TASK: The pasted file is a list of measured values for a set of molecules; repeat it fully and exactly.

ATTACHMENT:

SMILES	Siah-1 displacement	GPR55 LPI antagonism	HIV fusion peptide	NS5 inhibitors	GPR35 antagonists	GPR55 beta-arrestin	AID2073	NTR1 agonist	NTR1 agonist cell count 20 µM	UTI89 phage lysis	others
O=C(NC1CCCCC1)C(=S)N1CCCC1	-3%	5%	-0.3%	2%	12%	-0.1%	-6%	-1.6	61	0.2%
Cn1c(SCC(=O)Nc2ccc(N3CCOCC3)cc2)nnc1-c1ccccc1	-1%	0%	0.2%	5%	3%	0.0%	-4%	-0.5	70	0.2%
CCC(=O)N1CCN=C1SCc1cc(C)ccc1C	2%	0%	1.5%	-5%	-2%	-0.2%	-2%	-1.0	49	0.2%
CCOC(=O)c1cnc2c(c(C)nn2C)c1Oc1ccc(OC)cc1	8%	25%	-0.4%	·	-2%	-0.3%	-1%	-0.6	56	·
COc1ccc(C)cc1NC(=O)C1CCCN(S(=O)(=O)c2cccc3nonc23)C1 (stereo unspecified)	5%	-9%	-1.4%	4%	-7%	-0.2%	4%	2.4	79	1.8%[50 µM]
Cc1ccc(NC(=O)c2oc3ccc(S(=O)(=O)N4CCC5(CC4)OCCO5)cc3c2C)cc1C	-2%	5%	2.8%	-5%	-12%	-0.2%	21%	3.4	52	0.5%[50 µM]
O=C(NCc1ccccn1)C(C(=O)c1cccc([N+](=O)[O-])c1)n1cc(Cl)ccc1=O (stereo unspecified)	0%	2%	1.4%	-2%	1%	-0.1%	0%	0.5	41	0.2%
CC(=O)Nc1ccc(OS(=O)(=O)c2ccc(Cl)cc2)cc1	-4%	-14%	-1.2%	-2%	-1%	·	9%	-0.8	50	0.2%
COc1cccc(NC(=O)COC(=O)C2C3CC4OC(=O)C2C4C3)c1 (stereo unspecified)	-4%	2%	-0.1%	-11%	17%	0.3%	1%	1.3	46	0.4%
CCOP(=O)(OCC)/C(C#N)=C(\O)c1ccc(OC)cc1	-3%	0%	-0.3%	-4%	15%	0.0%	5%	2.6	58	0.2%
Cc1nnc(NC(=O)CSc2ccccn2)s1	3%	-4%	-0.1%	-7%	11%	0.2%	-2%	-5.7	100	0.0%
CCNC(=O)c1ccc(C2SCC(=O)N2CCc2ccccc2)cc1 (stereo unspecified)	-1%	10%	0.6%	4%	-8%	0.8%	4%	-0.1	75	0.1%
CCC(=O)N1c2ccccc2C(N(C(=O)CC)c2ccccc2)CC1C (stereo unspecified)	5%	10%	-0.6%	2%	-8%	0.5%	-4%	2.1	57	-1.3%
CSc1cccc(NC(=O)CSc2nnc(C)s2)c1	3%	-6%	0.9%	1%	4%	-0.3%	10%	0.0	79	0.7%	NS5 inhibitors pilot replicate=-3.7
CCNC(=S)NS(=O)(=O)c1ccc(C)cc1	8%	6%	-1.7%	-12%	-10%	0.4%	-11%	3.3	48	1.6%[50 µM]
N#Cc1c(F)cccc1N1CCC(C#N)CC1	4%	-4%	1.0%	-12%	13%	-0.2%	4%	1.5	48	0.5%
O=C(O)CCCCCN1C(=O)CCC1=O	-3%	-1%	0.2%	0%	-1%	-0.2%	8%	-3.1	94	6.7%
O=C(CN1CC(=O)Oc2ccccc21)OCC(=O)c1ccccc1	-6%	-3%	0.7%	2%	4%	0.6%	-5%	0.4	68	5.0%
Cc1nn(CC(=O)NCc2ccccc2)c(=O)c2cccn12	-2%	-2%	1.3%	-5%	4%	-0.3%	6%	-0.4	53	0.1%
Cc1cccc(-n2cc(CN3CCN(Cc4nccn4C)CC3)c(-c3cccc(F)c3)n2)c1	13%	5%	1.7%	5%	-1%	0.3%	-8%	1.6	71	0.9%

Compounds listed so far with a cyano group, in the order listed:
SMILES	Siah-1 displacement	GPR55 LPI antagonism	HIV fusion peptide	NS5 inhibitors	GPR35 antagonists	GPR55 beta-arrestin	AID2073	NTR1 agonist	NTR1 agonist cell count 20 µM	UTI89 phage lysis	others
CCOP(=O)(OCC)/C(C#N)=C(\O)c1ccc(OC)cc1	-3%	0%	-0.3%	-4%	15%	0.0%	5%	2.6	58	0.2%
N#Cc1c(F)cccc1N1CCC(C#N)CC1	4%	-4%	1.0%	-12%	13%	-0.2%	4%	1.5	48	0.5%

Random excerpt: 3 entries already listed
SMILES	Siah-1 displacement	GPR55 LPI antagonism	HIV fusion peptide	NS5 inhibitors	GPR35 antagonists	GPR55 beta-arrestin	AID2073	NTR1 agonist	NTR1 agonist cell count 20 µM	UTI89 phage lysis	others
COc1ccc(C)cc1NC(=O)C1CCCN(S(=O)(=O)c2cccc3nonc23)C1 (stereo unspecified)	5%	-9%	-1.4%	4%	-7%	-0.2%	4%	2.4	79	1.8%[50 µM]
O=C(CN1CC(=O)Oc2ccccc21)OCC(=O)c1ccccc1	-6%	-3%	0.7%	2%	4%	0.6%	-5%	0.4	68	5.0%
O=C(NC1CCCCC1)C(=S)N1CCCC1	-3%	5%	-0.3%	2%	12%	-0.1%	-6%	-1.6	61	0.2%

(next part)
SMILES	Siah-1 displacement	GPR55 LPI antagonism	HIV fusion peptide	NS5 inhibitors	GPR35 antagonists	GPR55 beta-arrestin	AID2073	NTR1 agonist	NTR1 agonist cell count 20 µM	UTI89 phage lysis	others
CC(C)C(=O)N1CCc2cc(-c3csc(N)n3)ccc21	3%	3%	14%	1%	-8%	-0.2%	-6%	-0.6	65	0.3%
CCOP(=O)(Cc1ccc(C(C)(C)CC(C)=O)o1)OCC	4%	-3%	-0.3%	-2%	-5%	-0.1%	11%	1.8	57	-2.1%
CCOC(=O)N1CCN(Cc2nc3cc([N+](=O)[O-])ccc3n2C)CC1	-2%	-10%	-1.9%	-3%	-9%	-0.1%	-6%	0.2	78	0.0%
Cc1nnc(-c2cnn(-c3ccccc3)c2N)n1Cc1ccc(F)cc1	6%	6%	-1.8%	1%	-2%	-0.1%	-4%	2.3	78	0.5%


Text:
SMILES	Siah-1 displacement	GPR55 LPI antagonism	HIV fusion peptide	NS5 inhibitors	GPR35 antagonists	GPR55 beta-arrestin	AID2073	NTR1 agonist	NTR1 agonist cell count 20 µM	UTI89 phage lysis	others
O=C(NC1CCCCC1)C(=S)N1CCCC1	-3%	5%	-0.3%	2%	12%	-0.1%	-6%	-1.6	61	0.2%
Cn1c(SCC(=O)Nc2ccc(N3CCOCC3)cc2)nnc1-c1ccccc1	-1%	0%	0.2%	5%	3%	0.0%	-4%	-0.5	70	0.2%
CCC(=O)N1CCN=C1SCc1cc(C)ccc1C	2%	0%	1.5%	-5%	-2%	-0.2%	-2%	-1.0	49	0.2%
CCOC(=O)c1cnc2c(c(C)nn2C)c1Oc1ccc(OC)cc1	8%	25%	-0.4%	·	-2%	-0.3%	-1%	-0.6	56	·
COc1ccc(C)cc1NC(=O)C1CCCN(S(=O)(=O)c2cccc3nonc23)C1 (stereo unspecified)	5%	-9%	-1.4%	4%	-7%	-0.2%	4%	2.4	79	1.8%[50 µM]
Cc1ccc(NC(=O)c2oc3ccc(S(=O)(=O)N4CCC5(CC4)OCCO5)cc3c2C)cc1C	-2%	5%	2.8%	-5%	-12%	-0.2%	21%	3.4	52	0.5%[50 µM]
O=C(NCc1ccccn1)C(C(=O)c1cccc([N+](=O)[O-])c1)n1cc(Cl)ccc1=O (stereo unspecified)	0%	2%	1.4%	-2%	1%	-0.1%	0%	0.5	41	0.2%
CC(=O)Nc1ccc(OS(=O)(=O)c2ccc(Cl)cc2)cc1	-4%	-14%	-1.2%	-2%	-1%	·	9%	-0.8	50	0.2%
COc1cccc(NC(=O)COC(=O)C2C3CC4OC(=O)C2C4C3)c1 (stereo unspecified)	-4%	2%	-0.1%	-11%	17%	0.3%	1%	1.3	46	0.4%
CCOP(=O)(OCC)/C(C#N)=C(\O)c1ccc(OC)cc1	-3%	0%	-0.3%	-4%	15%	0.0%	5%	2.6	58	0.2%
Cc1nnc(NC(=O)CSc2ccccn2)s1	3%	-4%	-0.1%	-7%	11%	0.2%	-2%	-5.7	100	0.0%
CCNC(=O)c1ccc(C2SCC(=O)N2CCc2ccccc2)cc1 (stereo unspecified)	-1%	10%	0.6%	4%	-8%	0.8%	4%	-0.1	75	0.1%
CCC(=O)N1c2ccccc2C(N(C(=O)CC)c2ccccc2)CC1C (stereo unspecified)	5%	10%	-0.6%	2%	-8%	0.5%	-4%	2.1	57	-1.3%
CSc1cccc(NC(=O)CSc2nnc(C)s2)c1	3%	-6%	0.9%	1%	4%	-0.3%	10%	0.0	79	0.7%	NS5 inhibitors pilot replicate=-3.7
CCNC(=S)NS(=O)(=O)c1ccc(C)cc1	8%	6%	-1.7%	-12%	-10%	0.4%	-11%	3.3	48	1.6%[50 µM]
N#Cc1c(F)cccc1N1CCC(C#N)CC1	4%	-4%	1.0%	-12%	13%	-0.2%	4%	1.5	48	0.5%
O=C(O)CCCCCN1C(=O)CCC1=O	-3%	-1%	0.2%	0%	-1%	-0.2%	8%	-3.1	94	6.7%
O=C(CN1CC(=O)Oc2ccccc21)OCC(=O)c1ccccc1	-6%	-3%	0.7%	2%	4%	0.6%	-5%	0.4	68	5.0%
Cc1nn(CC(=O)NCc2ccccc2)c(=O)c2cccn12	-2%	-2%	1.3%	-5%	4%	-0.3%	6%	-0.4	53	0.1%
Cc1cccc(-n2cc(CN3CCN(Cc4nccn4C)CC3)c(-c3cccc(F)c3)n2)c1	13%	5%	1.7%	5%	-1%	0.3%	-8%	1.6	71	0.9%

Compounds listed so far with a cyano group, in the order listed:
SMILES	Siah-1 displacement	GPR55 LPI antagonism	HIV fusion peptide	NS5 inhibitors	GPR35 antagonists	GPR55 beta-arrestin	AID2073	NTR1 agonist	NTR1 agonist cell count 20 µM	UTI89 phage lysis	others
CCOP(=O)(OCC)/C(C#N)=C(\O)c1ccc(OC)cc1	-3%	0%	-0.3%	-4%	15%	0.0%	5%	2.6	58	0.2%
N#Cc1c(F)cccc1N1CCC(C#N)CC1	4%	-4%	1.0%	-12%	13%	-0.2%	4%	1.5	48	0.5%

Random excerpt: 3 entries already listed
SMILES	Siah-1 displacement	GPR55 LPI antagonism	HIV fusion peptide	NS5 inhibitors	GPR35 antagonists	GPR55 beta-arrestin	AID2073	NTR1 agonist	NTR1 agonist cell count 20 µM	UTI89 phage lysis	others
COc1ccc(C)cc1NC(=O)C1CCCN(S(=O)(=O)c2cccc3nonc23)C1 (stereo unspecified)	5%	-9%	-1.4%	4%	-7%	-0.2%	4%	2.4	79	1.8%[50 µM]
O=C(CN1CC(=O)Oc2ccccc21)OCC(=O)c1ccccc1	-6%	-3%	0.7%	2%	4%	0.6%	-5%	0.4	68	5.0%
O=C(NC1CCCCC1)C(=S)N1CCCC1	-3%	5%	-0.3%	2%	12%	-0.1%	-6%	-1.6	61	0.2%

(next part)
SMILES	Siah-1 displacement	GPR55 LPI antagonism	HIV fusion peptide	NS5 inhibitors	GPR35 antagonists	GPR55 beta-arrestin	AID2073	NTR1 agonist	NTR1 agonist cell count 20 µM	UTI89 phage lysis	others
CC(C)C(=O)N1CCc2cc(-c3csc(N)n3)ccc21	3%	3%	14%	1%	-8%	-0.2%	-6%	-0.6	65	0.3%
CCOP(=O)(Cc1ccc(C(C)(C)CC(C)=O)o1)OCC	4%	-3%	-0.3%	-2%	-5%	-0.1%	11%	1.8	57	-2.1%
CCOC(=O)N1CCN(Cc2nc3cc([N+](=O)[O-])ccc3n2C)CC1	-2%	-10%	-1.9%	-3%	-9%	-0.1%	-6%	0.2	78	0.0%
Cc1nnc(-c2cnn(-c3ccccc3)c2N)n1Cc1ccc(F)cc1	6%	6%	-1.8%	1%	-2%	-0.1%	-4%	2.3	78	0.5%